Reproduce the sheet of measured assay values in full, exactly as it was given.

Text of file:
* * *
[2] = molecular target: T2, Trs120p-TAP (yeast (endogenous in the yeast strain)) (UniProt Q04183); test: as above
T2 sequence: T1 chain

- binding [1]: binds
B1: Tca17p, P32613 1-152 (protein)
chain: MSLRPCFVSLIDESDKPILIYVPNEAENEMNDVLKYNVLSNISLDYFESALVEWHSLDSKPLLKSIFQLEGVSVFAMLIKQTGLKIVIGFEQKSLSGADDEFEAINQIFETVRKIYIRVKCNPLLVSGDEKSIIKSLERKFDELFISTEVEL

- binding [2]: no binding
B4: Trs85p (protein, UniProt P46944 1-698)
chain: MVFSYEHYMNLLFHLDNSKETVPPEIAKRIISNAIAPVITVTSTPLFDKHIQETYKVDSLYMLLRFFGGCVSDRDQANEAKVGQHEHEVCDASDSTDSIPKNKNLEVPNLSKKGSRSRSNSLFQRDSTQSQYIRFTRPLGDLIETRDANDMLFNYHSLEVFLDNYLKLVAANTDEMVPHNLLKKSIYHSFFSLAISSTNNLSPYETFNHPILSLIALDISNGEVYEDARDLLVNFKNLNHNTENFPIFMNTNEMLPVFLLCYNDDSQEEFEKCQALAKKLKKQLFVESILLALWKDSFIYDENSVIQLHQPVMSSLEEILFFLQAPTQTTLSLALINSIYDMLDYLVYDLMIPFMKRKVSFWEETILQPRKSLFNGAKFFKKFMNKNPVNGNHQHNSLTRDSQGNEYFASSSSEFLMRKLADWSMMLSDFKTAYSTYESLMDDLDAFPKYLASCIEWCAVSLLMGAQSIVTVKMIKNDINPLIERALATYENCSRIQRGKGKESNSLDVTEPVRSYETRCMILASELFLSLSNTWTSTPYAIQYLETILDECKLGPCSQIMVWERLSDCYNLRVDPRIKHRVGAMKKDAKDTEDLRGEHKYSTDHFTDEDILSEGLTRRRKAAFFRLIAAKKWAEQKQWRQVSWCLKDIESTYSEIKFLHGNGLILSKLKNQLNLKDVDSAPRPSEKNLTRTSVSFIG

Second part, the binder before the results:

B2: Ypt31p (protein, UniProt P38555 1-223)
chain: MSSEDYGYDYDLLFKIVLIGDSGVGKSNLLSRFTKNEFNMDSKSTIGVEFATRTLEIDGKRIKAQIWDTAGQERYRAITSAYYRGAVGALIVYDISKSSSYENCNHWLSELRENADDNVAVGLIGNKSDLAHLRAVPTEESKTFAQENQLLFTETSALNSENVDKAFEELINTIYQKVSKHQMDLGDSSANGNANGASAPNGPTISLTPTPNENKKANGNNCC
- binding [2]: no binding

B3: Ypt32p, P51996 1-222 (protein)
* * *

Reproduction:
[2] = molecular target: T2, Trs120p-TAP (yeast (endogenous in the yeast strain)) (UniProt Q04183); test: as above
T2 sequence: T1 chain

- binding [1]: binds
B1: Tca17p, P32613 1-152 (protein)
chain: MSLRPCFVSLIDESDKPILIYVPNEAENEMNDVLKYNVLSNISLDYFESALVEWHSLDSKPLLKSIFQLEGVSVFAMLIKQTGLKIVIGFEQKSLSGADDEFEAINQIFETVRKIYIRVKCNPLLVSGDEKSIIKSLERKFDELFISTEVEL

- binding [2]: no binding
B4: Trs85p (protein, UniProt P46944 1-698)
chain: MVFSYEHYMNLLFHLDNSKETVPPEIAKRIISNAIAPVITVTSTPLFDKHIQETYKVDSLYMLLRFFGGCVSDRDQANEAKVGQHEHEVCDASDSTDSIPKNKNLEVPNLSKKGSRSRSNSLFQRDSTQSQYIRFTRPLGDLIETRDANDMLFNYHSLEVFLDNYLKLVAANTDEMVPHNLLKKSIYHSFFSLAISSTNNLSPYETFNHPILSLIALDISNGEVYEDARDLLVNFKNLNHNTENFPIFMNTNEMLPVFLLCYNDDSQEEFEKCQALAKKLKKQLFVESILLALWKDSFIYDENSVIQLHQPVMSSLEEILFFLQAPTQTTLSLALINSIYDMLDYLVYDLMIPFMKRKVSFWEETILQPRKSLFNGAKFFKKFMNKNPVNGNHQHNSLTRDSQGNEYFASSSSEFLMRKLADWSMMLSDFKTAYSTYESLMDDLDAFPKYLASCIEWCAVSLLMGAQSIVTVKMIKNDINPLIERALATYENCSRIQRGKGKESNSLDVTEPVRSYETRCMILASELFLSLSNTWTSTPYAIQYLETILDECKLGPCSQIMVWERLSDCYNLRVDPRIKHRVGAMKKDAKDTEDLRGEHKYSTDHFTDEDILSEGLTRRRKAAFFRLIAAKKWAEQKQWRQVSWCLKDIESTYSEIKFLHGNGLILSKLKNQLNLKDVDSAPRPSEKNLTRTSVSFIG

Second part, the binder before the results:

B2: Ypt31p (protein, UniProt P38555 1-223)
chain: MSSEDYGYDYDLLFKIVLIGDSGVGKSNLLSRFTKNEFNMDSKSTIGVEFATRTLEIDGKRIKAQIWDTAGQERYRAITSAYYRGAVGALIVYDISKSSSYENCNHWLSELRENADDNVAVGLIGNKSDLAHLRAVPTEESKTFAQENQLLFTETSALNSENVDKAFEELINTIYQKVSKHQMDLGDSSANGNANGASAPNGPTISLTPTPNENKKANGNNCC
- binding [2]: no binding

B3: Ypt32p, P51996 1-222 (protein)